The Big Chill: Members of Archer’s class of 2018 acclimate to Midwest winter, record-breaking temperatures

Snow+piles+up+near+Bascom+Hall+at+the+University+of+Wisconsin%2C+Madison.+Classes+on+many+university+campuses+were+canceled+two+weeks+ago+due+to+the+extreme+weather+across+the+midwest.+
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The Big Chill: Members of Archer’s class of 2018 acclimate to Midwest winter, record-breaking temperatures

Snow piles up near Bascom Hall at the University of Wisconsin, Madison. Classes on many university campuses were canceled two weeks ago due to the extreme weather across the midwest.

Snow piles up near Bascom Hall at the University of Wisconsin, Madison. Classes on many university campuses were canceled two weeks ago due to the extreme weather across the midwest.

Photo credit: Erica Dick

Snow piles up near Bascom Hall at the University of Wisconsin, Madison. Classes on many university campuses were canceled two weeks ago due to the extreme weather across the midwest.

Photo credit: Erica Dick

Photo credit: Erica Dick

Snow piles up near Bascom Hall at the University of Wisconsin, Madison. Classes on many university campuses were canceled two weeks ago due to the extreme weather across the midwest.

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Two weeks ago, more than 680 temperature records were broken or tied as a tremendous cold settled in over the American Midwest. In some areas, temperatures dropped below minus-50 degrees and were responsible for several deaths across the nation.

Even Midwesterners who are used to the cold were shocked when temperatures dropped to an all-time low. And for members of Archer’s class of 2018 who experienced Midwest winter for the first time, the record-breaking temperatures were a rude awakening. 

According to alumna Gracie Marx ’18, a freshman at Indiana University, Bloomington, adjusting to the extreme weather in the Midwest was “difficult.”

“In Los Angeles, I just used to throw on a sweater and be good for the day. But, in Indiana, this is definitely not the case,” Marx said “[The change in weather] definitely hit me pretty hard. One day it was 57 degrees and I was thinking ‘Oh this is not too bad’, but then I woke up the next day to 22 degrees and snow and I was like, ‘Wow, I’m not in Los Angeles anymore.’”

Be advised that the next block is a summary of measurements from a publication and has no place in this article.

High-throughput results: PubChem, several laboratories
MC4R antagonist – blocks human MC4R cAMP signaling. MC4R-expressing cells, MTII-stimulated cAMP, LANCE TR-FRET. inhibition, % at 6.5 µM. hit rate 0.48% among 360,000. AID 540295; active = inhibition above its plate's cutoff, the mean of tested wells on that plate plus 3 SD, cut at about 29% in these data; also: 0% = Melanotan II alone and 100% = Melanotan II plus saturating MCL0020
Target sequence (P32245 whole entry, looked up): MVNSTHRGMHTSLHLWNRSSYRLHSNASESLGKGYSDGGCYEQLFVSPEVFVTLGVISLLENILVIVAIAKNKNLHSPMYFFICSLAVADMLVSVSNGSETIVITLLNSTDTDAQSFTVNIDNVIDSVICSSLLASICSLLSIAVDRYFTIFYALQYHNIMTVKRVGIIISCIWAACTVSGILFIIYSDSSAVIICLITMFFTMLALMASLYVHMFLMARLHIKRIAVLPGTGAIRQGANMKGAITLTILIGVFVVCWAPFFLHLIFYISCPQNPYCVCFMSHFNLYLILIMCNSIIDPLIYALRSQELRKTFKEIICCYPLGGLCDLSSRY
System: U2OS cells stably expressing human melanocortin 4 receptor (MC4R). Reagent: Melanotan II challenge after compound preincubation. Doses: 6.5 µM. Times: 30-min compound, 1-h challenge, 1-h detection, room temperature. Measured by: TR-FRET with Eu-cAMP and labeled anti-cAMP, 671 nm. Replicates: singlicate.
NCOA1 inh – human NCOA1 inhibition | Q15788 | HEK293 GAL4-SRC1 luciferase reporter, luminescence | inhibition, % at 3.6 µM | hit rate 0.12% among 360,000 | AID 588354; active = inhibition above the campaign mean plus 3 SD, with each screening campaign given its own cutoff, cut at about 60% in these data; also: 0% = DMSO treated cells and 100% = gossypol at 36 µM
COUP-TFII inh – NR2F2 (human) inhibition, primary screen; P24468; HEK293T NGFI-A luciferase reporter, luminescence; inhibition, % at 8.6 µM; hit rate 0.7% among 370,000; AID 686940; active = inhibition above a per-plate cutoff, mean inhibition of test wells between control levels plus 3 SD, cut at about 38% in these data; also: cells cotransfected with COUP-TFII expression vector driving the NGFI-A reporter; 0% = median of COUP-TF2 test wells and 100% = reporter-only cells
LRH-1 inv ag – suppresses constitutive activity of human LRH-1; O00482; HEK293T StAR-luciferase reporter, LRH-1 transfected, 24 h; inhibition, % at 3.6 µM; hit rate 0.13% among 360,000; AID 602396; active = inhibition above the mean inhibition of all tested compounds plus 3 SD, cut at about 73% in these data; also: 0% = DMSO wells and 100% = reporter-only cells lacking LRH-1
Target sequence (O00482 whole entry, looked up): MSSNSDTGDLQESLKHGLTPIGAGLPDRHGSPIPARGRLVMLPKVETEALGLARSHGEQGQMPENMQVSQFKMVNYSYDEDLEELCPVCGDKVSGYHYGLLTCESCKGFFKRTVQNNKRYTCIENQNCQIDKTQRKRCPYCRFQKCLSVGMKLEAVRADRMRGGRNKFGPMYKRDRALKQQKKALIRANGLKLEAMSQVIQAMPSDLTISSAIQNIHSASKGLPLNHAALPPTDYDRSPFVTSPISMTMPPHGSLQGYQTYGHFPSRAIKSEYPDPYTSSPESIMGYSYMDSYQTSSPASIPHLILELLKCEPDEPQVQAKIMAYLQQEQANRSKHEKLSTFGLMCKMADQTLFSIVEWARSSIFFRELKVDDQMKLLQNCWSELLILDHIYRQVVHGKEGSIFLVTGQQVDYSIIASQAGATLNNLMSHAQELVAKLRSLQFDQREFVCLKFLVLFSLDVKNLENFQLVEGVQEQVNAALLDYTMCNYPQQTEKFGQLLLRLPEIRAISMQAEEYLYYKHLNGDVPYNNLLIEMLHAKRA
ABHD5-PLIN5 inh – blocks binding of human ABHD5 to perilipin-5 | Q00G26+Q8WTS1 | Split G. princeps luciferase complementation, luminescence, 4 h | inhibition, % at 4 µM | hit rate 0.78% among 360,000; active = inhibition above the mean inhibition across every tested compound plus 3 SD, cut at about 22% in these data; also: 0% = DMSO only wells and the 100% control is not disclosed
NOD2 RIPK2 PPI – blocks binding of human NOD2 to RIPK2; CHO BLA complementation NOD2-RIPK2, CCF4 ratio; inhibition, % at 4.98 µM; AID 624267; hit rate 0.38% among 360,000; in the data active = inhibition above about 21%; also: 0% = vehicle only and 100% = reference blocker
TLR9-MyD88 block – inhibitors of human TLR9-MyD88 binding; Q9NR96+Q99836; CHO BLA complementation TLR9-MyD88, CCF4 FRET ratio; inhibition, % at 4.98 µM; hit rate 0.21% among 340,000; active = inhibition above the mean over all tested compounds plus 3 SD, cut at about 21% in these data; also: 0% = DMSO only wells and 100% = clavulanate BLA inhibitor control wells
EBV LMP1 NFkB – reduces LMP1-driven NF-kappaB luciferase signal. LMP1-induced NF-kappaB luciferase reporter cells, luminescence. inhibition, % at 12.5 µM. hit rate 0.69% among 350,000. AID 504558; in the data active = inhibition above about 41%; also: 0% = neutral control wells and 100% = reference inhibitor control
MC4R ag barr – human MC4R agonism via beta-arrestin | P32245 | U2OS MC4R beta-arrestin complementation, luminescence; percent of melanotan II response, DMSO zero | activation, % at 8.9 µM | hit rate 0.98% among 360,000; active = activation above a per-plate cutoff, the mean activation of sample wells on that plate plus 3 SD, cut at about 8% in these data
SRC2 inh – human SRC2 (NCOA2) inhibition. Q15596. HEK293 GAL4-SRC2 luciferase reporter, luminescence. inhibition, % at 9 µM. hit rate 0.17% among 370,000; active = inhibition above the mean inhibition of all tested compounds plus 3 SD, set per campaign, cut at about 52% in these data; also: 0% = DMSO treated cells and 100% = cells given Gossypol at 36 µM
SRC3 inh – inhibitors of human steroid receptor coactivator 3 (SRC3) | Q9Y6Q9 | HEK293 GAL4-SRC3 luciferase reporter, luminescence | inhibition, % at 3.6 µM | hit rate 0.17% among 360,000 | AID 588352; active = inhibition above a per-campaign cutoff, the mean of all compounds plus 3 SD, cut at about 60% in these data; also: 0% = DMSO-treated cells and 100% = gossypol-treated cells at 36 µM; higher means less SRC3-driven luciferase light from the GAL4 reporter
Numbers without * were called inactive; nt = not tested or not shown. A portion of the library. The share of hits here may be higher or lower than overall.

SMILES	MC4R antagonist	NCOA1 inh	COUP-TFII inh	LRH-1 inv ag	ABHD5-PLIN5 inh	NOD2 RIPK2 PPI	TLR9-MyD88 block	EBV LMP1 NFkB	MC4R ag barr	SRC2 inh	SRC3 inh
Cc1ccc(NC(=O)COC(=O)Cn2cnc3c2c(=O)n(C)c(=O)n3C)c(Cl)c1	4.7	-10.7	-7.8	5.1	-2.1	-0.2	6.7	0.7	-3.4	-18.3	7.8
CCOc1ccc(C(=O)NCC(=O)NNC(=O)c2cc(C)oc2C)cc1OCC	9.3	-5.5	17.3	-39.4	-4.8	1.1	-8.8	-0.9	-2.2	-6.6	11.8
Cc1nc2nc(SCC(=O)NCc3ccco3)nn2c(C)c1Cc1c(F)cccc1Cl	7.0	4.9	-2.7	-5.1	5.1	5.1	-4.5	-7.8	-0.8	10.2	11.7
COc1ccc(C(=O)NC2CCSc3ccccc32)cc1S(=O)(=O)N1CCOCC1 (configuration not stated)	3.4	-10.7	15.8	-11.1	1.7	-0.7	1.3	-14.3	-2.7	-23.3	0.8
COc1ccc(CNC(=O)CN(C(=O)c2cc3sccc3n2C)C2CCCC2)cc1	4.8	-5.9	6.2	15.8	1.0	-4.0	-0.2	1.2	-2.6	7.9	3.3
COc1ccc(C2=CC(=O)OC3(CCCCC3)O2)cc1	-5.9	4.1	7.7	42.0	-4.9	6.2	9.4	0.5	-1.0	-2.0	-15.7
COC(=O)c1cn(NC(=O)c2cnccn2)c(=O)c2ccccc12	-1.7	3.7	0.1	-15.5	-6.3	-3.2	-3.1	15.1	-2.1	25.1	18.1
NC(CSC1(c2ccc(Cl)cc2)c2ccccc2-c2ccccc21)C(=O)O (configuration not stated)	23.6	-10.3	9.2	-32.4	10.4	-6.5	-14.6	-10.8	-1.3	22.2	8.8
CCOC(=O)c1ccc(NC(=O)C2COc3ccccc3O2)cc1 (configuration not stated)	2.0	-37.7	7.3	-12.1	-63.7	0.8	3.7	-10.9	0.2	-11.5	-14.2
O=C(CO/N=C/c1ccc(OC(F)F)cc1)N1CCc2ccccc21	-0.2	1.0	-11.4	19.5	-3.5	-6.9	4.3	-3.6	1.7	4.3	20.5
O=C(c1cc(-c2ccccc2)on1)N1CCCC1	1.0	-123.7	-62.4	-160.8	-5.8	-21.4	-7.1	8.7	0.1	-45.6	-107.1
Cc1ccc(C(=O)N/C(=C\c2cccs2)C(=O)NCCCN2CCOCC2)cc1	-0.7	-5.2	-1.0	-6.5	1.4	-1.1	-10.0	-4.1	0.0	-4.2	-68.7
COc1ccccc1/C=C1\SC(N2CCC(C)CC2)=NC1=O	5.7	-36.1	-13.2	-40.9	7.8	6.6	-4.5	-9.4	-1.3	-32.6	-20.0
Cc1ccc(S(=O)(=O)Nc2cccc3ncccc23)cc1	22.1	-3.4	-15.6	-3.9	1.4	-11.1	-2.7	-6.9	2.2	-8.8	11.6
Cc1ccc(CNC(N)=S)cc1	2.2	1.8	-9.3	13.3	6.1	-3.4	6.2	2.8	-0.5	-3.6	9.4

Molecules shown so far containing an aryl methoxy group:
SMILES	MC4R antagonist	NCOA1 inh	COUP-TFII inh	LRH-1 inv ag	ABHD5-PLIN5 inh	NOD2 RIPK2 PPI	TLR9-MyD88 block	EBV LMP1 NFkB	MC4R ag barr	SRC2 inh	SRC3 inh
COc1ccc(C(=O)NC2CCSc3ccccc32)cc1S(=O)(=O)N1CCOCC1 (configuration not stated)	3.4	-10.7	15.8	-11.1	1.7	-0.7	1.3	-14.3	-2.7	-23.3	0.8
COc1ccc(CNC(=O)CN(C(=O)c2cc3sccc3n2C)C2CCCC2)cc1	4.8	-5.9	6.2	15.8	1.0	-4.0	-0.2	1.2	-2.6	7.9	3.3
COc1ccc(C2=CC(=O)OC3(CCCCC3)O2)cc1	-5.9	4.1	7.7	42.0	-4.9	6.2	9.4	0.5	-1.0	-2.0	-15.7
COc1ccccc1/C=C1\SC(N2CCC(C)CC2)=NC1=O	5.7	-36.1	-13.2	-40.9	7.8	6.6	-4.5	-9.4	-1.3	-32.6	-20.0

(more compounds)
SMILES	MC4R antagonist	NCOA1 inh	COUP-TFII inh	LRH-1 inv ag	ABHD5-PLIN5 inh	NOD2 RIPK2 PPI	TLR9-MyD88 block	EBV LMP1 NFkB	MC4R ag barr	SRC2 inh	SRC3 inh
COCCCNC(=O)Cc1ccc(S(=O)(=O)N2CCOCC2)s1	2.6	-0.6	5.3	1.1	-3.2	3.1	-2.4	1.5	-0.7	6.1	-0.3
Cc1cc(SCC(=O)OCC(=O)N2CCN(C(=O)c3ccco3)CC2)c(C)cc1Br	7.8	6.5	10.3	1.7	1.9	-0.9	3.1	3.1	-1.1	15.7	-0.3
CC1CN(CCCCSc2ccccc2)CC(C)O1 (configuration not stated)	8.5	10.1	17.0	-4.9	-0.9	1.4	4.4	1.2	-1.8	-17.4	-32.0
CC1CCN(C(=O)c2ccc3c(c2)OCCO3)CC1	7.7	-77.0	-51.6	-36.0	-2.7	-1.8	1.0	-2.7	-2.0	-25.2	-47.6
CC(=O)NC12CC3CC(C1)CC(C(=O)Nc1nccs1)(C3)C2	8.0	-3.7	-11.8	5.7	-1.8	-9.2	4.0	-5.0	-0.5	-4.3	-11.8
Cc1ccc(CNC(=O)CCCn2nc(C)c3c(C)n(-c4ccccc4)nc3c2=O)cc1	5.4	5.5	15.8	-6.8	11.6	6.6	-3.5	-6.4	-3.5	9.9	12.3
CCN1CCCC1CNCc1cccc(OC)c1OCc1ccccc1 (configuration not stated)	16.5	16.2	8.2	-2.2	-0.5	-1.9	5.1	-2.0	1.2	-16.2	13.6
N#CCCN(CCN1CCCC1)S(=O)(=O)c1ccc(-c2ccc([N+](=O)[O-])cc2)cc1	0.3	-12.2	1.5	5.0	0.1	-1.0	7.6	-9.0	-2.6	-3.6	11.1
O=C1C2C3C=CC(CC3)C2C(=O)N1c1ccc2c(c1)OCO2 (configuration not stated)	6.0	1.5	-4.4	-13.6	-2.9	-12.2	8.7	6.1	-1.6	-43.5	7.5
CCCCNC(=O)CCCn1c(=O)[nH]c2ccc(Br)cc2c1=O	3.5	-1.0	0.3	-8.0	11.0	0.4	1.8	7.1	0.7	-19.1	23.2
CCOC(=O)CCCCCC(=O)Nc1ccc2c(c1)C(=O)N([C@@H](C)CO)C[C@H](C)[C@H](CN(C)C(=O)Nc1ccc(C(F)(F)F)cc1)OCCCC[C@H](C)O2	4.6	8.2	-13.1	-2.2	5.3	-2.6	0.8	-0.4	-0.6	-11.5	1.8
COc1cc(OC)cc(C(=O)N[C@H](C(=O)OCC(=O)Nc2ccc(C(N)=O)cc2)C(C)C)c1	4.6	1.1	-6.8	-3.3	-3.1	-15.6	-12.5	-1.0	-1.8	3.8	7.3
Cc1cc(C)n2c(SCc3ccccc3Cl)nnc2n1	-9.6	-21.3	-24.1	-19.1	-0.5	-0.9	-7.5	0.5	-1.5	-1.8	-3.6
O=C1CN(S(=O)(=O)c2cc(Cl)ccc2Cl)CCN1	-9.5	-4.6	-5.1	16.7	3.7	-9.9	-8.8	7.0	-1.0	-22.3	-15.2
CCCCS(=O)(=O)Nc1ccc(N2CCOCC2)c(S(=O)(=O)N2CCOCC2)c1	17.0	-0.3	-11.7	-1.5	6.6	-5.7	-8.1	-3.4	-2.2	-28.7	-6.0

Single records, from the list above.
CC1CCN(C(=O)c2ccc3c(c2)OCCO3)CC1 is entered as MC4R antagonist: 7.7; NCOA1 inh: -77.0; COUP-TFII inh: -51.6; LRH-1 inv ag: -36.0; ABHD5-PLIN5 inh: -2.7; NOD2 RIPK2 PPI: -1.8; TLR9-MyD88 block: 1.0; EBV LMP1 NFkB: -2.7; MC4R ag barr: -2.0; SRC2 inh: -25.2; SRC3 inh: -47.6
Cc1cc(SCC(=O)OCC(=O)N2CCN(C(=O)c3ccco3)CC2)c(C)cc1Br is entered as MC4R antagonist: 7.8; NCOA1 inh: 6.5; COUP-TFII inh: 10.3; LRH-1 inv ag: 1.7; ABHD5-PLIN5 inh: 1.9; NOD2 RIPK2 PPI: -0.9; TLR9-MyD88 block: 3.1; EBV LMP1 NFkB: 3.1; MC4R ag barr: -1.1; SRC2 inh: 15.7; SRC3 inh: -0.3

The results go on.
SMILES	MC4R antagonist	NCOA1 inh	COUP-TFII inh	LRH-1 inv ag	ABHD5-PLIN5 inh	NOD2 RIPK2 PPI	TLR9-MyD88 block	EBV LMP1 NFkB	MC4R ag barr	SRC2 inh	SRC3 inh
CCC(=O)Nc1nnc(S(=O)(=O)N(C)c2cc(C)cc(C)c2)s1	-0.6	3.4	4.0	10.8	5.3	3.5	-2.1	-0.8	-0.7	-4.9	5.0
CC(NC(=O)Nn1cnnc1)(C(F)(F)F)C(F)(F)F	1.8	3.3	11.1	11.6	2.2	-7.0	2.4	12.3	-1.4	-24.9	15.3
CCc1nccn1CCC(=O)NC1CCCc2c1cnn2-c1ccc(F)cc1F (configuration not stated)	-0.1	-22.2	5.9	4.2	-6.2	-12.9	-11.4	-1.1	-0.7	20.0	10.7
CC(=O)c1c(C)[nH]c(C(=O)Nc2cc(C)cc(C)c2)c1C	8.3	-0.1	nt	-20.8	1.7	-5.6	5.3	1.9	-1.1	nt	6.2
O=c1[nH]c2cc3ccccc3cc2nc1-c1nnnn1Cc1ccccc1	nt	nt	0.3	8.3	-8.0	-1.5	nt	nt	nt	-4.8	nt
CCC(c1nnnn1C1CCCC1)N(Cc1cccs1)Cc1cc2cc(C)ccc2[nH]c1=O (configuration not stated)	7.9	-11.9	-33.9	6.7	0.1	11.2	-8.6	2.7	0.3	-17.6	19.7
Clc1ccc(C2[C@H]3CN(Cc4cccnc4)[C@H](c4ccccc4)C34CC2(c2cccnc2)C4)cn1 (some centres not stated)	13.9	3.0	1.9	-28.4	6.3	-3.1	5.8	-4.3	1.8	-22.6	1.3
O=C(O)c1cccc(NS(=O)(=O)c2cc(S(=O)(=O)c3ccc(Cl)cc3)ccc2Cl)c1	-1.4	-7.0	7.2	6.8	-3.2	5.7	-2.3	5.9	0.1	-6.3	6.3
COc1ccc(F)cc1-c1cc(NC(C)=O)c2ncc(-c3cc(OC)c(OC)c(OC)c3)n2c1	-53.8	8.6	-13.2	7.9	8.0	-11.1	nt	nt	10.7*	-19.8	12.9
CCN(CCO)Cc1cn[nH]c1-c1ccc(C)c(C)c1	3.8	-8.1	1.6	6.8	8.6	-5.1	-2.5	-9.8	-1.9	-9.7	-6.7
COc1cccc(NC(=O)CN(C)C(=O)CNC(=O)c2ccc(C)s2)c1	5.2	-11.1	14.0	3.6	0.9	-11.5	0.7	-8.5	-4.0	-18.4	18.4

Alumna Erica Dick ’18, a freshman at the University of Wisconsin, Madison, “actually loved” the cold, but still said it posed some difficulties in college life.

“There are so many little things that you take for granted when you live in warm places,” Dick said. “It definitely makes it hard to be social and active. All of a sudden, it [became] harder to see my friends who live walking distance, I [couldn’t] go for runs outside and a lot of the roads closed. Little things like that are what make the adjustment most difficult.”

The polar vortex also prompted university and school closures around the midwest. Classes at the University of Wisconsin, Madison, were canceled from Wednesday, Jan. 30, to the afternoon of Thursday, Jan. 31, while classes at Indiana University, Bloomington were just canceled Jan. 30.

“All my professors have been super considerate,” Marx said. “Even though classes were only canceled on Wednesday, my 8 a.m. class was canceled on Thursday because my teacher didn’t think it was safe for us to be walking [around] in four-degree weather.”

Dick said canceled class meant sleeping in, watching movies and getting extra work done. Drinking hot beverages and layering clothing was “necessary.”

“The wind chill was minus 47 degrees on Jan. 30. [I learned that] exposure [of the] skin for more than five minutes could lead frostbite. Layering was definitely a must,” Dick said. “But I think what was the most important was preparing myself with the right mentality. Getting a happy light, making sure I had good snacks on hand and surrounding myself with people who brightened my day were the things that really got me through.”

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